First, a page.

The Southeast Asian region could lose up to 30% of its gross domestic product by 2050 due to increases in global temperature and extreme weather events, but boosting up the region’s renewable energy manufacturing capacity would position Southeast Asian countries to create new jobs and meet growing energy demand while drastically reducing emissions. This was disclosed in a new research released on the sidelines of the ASEAN Finance Ministers and Central Bank Governors Meeting by the Asian Development Bank (ADB), Bloomberg Philanthropies, ClimateWorks Foundation, and Sustainable Energy for All (SEforALL).
The report named ‘Renewable Energy Manufacturing: Opportunities for Southeast Asia,’ said that the growing Southeast Asia’s solar photovoltaic (PV) cells, battery, and electric two-wheeler industries presents an estimated $90 billion to $100 billion revenue opportunity by 2030, with a potential 6 million renewable energy jobs to be created by 2050.
It further explores how to support the development of the clean energy manufacturing sector in Southeast Asia and help countries reap its immense economic potential while mitigating the impacts of climate change. Seizing this opportunity depends on government policy measures specific to each country in the region, including stimulating domestic renewable energy demand, ensuring cost competitiveness, improving the ease of doing business, and improving access to export markets. Collaboration at the regional level is also essential to provide further support through the deepening of intra-regional trade.
The report focusses on growing solar PV manufacturing capacity in modules from 70 GW to 125–150 GW by 2030. Developing a regional battery manufacturing value chain, increasing national and regional demand, and establishing Southeast Asia as a regional and global export hub, producing 140-180 gigawatt-hours (GWh) of battery cells by 2030.
It also stresses on expanding assembly capacity for electric two-wheelers (E2W) in Southeast Asia from 1.4 to 1.6 million units annually to approximately 4 million units by 2030.
“As we often say in ADB, the battle against climate change will be won or lost in Asia and the Pacific. A decisive front in that battle is Southeast Asia. This research shows the promise of renewable energy manufacturing – with policy, technical, and financing support – in helping the region’s developing countries to transition away from coal-based energy, while lowering carbon emissions, expanding local industrial capabilities, spurring job creation, and driving long-term economic growth,” Ramesh Subramaniam, Director General and Chief, Sectors Group, Asia and the Pacific, Asian Development Bank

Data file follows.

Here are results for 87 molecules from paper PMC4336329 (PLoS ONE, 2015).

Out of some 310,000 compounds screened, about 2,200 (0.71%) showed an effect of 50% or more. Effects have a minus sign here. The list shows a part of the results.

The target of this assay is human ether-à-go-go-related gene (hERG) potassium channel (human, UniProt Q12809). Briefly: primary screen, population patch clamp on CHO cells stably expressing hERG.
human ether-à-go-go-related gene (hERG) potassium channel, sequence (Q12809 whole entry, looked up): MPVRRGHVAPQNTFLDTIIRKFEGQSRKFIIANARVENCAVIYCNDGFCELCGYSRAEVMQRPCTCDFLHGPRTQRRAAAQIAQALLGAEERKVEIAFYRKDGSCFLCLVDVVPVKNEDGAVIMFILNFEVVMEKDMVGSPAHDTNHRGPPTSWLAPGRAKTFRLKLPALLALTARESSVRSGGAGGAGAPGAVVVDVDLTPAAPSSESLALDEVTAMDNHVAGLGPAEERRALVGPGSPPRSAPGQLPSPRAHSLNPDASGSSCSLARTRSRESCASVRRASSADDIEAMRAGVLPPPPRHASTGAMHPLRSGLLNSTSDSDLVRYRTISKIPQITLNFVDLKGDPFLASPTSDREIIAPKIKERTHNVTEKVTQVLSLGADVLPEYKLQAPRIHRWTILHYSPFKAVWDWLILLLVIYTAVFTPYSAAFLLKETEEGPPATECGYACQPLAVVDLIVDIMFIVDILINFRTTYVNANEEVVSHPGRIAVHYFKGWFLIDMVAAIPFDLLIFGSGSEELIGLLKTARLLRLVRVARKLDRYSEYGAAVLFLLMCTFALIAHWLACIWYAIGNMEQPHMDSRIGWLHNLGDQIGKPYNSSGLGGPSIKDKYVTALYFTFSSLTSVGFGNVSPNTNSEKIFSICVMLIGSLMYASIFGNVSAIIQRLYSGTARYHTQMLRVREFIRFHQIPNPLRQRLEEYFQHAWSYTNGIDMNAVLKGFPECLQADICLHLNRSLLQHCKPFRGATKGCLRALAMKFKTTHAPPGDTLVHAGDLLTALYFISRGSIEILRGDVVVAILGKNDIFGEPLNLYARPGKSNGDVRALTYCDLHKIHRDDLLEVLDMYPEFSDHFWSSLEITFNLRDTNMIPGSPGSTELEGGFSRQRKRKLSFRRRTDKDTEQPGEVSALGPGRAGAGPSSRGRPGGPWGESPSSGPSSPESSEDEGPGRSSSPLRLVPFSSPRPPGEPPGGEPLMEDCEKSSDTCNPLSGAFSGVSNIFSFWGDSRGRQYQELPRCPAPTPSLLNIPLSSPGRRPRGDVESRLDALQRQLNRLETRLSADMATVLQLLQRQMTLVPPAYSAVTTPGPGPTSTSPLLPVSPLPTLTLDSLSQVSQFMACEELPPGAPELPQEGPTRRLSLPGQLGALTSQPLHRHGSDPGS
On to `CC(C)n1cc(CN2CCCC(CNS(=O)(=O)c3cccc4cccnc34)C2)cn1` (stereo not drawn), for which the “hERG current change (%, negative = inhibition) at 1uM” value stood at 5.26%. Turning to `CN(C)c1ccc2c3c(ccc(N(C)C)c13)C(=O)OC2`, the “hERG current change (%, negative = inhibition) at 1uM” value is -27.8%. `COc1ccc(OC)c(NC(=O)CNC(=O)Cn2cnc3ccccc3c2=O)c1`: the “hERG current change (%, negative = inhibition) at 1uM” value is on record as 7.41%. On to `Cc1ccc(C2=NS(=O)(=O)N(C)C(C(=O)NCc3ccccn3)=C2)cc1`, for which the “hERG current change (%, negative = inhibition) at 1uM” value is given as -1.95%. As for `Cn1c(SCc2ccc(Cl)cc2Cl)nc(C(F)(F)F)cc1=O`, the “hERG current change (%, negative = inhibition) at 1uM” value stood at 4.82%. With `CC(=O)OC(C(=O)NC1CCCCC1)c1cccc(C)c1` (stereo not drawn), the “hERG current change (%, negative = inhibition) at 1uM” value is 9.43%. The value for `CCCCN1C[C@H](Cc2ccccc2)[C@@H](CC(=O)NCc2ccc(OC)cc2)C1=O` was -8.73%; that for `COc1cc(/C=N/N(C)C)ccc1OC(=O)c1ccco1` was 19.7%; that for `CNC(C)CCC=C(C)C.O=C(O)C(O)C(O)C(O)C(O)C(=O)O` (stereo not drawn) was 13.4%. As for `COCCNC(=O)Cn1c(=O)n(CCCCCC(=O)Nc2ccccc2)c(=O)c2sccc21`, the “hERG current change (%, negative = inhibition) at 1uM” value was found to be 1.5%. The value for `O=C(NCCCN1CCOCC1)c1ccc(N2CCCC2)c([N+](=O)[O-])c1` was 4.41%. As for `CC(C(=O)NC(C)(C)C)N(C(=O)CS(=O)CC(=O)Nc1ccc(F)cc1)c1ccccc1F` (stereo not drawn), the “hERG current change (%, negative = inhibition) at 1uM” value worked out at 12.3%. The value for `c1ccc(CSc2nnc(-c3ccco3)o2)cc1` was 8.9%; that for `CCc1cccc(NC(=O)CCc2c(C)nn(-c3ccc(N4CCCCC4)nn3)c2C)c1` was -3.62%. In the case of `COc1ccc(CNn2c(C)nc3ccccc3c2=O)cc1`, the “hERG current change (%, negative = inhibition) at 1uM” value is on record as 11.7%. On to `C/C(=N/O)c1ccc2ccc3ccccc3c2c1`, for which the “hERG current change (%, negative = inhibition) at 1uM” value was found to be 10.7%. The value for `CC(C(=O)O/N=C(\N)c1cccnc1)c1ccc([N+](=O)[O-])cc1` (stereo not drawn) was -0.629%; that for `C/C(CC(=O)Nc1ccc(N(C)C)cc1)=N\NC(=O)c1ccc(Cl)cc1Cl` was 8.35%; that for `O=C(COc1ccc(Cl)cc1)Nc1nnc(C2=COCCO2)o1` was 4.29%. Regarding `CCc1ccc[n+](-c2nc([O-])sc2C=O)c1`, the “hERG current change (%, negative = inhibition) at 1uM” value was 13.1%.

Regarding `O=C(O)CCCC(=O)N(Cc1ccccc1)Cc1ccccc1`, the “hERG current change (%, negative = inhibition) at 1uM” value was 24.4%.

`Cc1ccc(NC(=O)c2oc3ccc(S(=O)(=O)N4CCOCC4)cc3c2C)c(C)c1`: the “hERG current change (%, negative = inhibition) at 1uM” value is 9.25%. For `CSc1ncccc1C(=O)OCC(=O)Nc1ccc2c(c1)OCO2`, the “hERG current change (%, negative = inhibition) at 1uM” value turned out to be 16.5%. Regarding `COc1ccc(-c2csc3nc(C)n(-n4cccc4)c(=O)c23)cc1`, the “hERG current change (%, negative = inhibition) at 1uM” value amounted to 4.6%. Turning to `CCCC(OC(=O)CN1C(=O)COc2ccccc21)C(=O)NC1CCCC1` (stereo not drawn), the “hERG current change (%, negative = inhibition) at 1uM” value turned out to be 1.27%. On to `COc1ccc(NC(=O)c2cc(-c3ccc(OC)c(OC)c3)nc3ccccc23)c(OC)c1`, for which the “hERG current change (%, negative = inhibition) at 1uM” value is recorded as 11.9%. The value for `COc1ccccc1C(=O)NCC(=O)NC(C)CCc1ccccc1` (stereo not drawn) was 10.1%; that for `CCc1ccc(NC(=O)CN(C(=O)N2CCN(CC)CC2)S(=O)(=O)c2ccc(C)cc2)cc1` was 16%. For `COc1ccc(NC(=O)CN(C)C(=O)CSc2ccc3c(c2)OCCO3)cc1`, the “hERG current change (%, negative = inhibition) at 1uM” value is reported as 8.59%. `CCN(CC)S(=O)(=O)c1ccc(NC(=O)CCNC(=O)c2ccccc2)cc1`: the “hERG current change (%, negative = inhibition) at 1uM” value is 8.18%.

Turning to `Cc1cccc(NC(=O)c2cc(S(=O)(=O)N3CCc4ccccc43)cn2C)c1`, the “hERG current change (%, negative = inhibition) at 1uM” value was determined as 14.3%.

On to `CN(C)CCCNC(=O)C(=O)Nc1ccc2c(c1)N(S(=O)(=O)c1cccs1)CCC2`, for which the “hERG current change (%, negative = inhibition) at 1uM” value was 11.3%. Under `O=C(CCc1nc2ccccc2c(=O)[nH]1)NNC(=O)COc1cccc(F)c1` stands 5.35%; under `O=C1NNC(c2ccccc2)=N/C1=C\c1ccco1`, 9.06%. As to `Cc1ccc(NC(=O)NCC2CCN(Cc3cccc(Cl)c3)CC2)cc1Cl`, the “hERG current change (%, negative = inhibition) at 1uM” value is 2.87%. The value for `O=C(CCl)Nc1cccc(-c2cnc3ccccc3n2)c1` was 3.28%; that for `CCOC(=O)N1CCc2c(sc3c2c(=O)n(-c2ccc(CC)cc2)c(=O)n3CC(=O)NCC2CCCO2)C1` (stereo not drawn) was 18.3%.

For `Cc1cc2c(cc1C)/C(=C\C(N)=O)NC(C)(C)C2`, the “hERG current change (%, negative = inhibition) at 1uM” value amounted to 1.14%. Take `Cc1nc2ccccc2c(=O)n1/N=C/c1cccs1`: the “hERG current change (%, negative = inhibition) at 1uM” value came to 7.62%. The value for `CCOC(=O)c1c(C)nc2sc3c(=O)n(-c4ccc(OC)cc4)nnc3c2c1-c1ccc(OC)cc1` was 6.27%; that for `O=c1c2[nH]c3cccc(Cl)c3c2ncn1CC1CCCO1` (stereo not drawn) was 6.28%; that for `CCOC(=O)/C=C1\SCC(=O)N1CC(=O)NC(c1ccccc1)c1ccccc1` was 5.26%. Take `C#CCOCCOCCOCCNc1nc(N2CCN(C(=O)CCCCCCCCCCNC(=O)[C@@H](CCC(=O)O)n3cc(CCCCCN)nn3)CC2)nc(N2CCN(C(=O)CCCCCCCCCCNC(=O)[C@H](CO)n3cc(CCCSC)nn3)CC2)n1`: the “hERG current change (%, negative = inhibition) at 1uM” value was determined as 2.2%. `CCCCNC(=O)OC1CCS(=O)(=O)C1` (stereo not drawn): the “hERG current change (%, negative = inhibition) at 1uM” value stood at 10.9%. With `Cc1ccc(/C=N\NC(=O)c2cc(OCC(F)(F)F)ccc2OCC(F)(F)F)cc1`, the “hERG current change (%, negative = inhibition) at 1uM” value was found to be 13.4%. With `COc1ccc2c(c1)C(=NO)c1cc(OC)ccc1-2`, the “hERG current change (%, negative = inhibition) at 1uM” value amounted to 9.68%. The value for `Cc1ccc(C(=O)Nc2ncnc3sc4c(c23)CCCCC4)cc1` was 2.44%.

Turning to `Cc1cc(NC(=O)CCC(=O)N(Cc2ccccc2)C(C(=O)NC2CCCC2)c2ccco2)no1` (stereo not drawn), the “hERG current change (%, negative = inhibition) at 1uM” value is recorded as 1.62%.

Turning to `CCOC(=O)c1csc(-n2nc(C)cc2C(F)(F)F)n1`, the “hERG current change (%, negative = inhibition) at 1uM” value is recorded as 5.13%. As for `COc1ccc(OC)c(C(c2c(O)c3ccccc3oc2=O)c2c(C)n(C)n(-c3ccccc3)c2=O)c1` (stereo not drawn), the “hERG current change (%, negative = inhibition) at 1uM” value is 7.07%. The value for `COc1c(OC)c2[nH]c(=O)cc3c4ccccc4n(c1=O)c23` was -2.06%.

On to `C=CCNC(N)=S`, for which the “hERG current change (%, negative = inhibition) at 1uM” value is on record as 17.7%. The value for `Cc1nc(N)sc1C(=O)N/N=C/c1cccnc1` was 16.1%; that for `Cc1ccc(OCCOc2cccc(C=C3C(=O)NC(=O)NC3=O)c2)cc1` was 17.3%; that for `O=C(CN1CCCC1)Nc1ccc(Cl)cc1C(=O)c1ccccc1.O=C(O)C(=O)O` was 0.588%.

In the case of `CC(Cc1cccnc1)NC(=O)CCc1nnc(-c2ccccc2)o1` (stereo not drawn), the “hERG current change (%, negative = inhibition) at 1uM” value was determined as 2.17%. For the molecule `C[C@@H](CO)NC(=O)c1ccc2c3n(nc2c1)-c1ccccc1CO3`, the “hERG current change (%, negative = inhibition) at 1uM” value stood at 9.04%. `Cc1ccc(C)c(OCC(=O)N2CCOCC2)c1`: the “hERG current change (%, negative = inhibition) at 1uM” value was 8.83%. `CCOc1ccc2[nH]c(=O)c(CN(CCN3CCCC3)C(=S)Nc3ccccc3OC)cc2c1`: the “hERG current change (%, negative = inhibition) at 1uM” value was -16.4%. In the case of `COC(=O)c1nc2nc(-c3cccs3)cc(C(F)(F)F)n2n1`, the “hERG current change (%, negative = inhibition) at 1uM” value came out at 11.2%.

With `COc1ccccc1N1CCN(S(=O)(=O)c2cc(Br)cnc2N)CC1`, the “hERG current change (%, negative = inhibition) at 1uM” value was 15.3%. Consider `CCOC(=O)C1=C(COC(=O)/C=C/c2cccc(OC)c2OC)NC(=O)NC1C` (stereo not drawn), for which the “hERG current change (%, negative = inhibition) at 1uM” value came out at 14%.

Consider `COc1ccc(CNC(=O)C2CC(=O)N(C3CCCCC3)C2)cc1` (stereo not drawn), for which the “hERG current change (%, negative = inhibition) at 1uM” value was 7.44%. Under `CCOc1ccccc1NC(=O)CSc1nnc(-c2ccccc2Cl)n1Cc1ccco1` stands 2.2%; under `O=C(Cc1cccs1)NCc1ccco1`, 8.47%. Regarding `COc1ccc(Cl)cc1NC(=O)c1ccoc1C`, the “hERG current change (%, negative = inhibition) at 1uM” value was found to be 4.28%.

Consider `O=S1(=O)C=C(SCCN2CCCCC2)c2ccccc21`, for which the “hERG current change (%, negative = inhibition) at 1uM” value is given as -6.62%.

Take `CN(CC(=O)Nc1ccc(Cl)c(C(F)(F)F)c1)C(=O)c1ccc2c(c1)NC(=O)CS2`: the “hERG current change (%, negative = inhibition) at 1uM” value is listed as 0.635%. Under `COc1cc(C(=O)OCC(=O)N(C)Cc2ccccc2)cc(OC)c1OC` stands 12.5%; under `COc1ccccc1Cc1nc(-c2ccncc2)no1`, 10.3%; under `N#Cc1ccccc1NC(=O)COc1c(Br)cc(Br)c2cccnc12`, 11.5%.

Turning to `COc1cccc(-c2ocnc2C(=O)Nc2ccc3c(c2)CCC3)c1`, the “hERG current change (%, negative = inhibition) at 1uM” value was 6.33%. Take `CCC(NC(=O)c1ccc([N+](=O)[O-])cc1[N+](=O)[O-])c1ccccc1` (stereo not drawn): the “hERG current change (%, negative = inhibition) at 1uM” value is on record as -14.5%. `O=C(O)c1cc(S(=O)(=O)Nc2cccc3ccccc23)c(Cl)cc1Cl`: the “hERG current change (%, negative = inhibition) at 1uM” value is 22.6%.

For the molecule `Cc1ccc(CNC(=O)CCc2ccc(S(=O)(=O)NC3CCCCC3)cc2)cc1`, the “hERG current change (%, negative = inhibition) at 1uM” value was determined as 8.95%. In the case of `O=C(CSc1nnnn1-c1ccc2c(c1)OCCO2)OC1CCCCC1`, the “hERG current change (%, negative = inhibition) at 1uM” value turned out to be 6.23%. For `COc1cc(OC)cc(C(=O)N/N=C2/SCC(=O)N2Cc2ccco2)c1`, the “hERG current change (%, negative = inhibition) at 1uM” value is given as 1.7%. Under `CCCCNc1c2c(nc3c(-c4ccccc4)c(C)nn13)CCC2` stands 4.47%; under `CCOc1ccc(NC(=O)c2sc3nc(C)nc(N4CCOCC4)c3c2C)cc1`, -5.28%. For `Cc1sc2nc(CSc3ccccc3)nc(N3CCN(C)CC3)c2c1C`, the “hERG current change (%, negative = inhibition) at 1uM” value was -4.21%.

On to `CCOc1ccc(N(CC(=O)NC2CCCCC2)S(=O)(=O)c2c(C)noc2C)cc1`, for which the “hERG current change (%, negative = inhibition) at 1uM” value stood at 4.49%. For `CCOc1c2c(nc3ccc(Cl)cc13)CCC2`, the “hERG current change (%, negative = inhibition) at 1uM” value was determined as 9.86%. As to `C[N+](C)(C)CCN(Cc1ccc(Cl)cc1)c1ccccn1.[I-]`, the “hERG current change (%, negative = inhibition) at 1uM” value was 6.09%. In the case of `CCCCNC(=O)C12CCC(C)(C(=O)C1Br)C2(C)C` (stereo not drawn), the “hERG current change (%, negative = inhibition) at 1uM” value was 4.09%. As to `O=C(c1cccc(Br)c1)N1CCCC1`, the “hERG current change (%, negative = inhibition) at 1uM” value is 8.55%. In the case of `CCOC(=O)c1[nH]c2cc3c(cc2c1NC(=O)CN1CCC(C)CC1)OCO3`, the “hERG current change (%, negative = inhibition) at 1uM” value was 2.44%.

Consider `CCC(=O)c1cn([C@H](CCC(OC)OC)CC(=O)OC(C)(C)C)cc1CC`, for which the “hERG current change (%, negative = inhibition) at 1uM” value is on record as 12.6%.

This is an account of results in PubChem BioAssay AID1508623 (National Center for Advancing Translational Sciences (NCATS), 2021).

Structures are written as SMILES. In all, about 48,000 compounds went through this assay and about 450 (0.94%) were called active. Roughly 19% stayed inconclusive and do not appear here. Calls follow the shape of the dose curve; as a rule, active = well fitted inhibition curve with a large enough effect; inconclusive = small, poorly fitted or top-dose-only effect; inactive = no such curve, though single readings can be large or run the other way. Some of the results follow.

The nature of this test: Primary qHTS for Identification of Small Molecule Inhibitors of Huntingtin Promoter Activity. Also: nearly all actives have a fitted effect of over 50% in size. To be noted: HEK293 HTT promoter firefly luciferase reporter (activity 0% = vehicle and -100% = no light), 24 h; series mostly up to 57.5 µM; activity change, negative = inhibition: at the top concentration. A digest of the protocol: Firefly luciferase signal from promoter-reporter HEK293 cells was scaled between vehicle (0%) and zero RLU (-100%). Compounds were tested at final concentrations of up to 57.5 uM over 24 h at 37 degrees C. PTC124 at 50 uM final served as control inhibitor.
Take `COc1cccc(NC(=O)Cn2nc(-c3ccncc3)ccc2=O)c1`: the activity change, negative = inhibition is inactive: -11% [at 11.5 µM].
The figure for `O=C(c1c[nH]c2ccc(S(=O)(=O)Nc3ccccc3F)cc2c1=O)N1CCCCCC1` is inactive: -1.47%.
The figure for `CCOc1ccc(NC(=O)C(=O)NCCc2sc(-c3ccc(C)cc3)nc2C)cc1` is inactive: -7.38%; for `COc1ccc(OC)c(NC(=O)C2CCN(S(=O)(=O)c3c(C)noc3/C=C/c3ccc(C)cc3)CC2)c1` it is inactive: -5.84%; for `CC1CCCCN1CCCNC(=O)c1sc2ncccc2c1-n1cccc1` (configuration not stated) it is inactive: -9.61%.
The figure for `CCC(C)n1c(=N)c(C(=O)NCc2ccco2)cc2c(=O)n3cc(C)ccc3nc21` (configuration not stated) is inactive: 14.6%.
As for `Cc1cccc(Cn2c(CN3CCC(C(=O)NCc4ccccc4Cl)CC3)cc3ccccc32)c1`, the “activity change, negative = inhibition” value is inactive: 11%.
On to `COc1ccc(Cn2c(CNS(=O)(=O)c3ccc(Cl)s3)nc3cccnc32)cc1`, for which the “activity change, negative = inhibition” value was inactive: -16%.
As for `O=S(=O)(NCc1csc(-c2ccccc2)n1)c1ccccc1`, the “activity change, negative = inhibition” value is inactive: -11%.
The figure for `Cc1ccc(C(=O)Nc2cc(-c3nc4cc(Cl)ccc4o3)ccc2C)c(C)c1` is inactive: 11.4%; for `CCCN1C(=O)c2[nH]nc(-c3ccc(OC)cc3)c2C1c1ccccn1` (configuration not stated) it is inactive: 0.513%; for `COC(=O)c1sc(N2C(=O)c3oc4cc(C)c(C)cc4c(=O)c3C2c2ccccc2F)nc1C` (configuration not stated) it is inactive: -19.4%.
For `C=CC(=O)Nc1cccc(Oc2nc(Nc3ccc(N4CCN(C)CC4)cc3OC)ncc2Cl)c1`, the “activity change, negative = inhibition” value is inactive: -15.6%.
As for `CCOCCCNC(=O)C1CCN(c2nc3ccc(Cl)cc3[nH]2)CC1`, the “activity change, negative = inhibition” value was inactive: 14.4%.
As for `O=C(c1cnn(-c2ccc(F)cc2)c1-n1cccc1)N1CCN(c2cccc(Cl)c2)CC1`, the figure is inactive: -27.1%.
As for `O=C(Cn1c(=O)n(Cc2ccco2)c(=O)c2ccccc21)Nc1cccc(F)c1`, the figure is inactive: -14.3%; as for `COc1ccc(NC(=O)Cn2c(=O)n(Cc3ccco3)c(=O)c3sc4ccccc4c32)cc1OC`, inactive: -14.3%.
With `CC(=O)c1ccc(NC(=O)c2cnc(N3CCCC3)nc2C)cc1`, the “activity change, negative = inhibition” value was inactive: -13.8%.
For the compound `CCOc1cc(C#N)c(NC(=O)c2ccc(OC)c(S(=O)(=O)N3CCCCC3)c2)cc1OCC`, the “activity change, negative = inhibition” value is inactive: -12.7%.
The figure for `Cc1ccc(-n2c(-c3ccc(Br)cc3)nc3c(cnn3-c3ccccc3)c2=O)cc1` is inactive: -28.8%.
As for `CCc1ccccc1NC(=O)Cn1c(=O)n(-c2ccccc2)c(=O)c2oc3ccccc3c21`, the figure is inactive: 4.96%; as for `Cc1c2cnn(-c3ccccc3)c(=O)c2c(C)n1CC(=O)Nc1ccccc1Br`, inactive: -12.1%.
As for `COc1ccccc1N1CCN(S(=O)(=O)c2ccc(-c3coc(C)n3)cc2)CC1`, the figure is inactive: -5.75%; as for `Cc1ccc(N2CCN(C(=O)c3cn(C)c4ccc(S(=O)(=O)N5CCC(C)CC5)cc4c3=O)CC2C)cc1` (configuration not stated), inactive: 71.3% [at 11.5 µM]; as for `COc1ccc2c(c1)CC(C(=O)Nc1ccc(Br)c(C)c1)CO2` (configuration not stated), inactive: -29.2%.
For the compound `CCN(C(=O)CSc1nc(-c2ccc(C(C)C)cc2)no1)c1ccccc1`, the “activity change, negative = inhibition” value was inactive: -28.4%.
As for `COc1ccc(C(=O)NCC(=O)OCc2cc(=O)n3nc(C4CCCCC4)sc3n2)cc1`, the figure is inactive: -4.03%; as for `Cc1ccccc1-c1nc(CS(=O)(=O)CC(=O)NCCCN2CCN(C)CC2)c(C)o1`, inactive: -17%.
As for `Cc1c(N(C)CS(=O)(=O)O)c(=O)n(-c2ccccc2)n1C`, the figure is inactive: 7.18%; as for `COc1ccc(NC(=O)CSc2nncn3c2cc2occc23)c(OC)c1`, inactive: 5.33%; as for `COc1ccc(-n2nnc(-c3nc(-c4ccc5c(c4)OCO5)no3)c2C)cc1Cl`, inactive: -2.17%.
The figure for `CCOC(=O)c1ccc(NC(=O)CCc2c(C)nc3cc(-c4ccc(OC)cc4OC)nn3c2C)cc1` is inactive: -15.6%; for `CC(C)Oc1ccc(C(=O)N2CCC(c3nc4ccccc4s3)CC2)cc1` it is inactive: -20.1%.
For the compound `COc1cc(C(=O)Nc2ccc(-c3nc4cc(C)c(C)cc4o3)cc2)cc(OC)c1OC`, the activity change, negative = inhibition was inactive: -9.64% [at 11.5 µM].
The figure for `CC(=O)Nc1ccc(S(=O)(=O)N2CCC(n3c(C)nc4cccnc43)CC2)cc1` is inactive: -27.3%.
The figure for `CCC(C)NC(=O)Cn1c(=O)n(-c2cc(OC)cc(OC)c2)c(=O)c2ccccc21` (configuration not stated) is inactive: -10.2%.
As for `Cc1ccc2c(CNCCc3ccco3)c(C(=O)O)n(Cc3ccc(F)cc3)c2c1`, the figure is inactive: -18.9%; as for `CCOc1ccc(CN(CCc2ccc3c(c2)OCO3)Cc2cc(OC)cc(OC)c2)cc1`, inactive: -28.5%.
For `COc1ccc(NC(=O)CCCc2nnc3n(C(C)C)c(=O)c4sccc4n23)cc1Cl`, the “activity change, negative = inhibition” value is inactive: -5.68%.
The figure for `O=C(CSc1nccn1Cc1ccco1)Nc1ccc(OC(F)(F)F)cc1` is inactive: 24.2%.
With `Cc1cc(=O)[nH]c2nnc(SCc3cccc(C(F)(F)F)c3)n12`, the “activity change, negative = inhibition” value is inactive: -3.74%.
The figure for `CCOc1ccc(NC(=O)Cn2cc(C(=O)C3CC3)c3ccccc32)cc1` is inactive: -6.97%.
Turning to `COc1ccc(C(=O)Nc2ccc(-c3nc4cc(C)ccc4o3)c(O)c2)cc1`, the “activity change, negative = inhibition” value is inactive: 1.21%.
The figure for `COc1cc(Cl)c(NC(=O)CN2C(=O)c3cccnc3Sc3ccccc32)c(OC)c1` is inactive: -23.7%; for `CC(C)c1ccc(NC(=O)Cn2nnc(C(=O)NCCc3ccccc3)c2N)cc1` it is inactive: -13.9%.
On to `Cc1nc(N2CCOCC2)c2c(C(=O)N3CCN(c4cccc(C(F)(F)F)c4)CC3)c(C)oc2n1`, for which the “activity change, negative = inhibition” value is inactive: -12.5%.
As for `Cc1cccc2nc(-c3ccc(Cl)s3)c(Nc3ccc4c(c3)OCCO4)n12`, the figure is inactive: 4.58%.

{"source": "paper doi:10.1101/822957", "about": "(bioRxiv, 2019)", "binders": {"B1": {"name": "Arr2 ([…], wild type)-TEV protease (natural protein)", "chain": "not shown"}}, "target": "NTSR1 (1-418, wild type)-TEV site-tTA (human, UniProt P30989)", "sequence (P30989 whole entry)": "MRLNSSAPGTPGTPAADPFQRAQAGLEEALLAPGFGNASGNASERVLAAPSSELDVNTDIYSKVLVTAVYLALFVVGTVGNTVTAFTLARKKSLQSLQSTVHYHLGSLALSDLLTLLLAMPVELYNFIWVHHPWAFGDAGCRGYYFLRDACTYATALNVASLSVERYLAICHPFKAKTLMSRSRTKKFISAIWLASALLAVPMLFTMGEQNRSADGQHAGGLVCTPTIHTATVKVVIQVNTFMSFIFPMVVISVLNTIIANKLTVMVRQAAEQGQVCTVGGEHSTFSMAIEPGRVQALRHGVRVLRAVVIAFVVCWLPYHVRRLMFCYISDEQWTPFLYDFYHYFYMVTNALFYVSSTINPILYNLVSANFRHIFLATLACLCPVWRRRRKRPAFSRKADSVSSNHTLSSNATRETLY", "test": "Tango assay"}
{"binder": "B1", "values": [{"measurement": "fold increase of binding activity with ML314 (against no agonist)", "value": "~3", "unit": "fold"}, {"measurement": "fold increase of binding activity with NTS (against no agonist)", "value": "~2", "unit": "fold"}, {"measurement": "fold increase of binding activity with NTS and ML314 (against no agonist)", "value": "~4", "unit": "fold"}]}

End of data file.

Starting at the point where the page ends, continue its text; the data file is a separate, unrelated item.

“Southeast Asia has the potential to become a leader in renewable energy manufacturing to contribute to the global renewable energy deployment, while simultaneously achieving economic growth and mitigating the impacts of climate change. This report proves how increasing private sector investments into local renewable energy manufacturing sectors, strengthening regional value chain collaboration, and bringing together key stakeholders will create jobs, increase GDP, and help Southeast Asian nations meet their climate goals,” Antha Williams, Environment Program, Bloomberg Philanthropies
“The clean energy industry is already a massive growth opportunity, and will need to scale even more rapidly for us to achieve carbon neutrality globally by 2050. Southeast Asia, which is home to one-fourth of the world’s population, is well positioned to become a global leader in renewable energy manufacturing with its vibrant business environment and large talent pool. In doing so, the region can boost the supply of affordable and reliable renewable energy solutions to people and communities in Southeast Asia and around the world, and create new job opportunities locally,” Helen Mountford, President and CEO, ClimateWorks Foundation
“By growing their renewable energy manufacturing capabilities, Southeast Asian countries can increase GDP, create jobs and decarbonize energy systems, contributing to both economic growth and climate progress. This report highlights how countries within the region can establish strong, local industries that will contribute to a prosperous and sustainable future,” Damilola Ogunbiyi, CEO and Special Representative of the UN Secretary-General for Sustainable Energy for All, and Co-Chair of UN-Energy.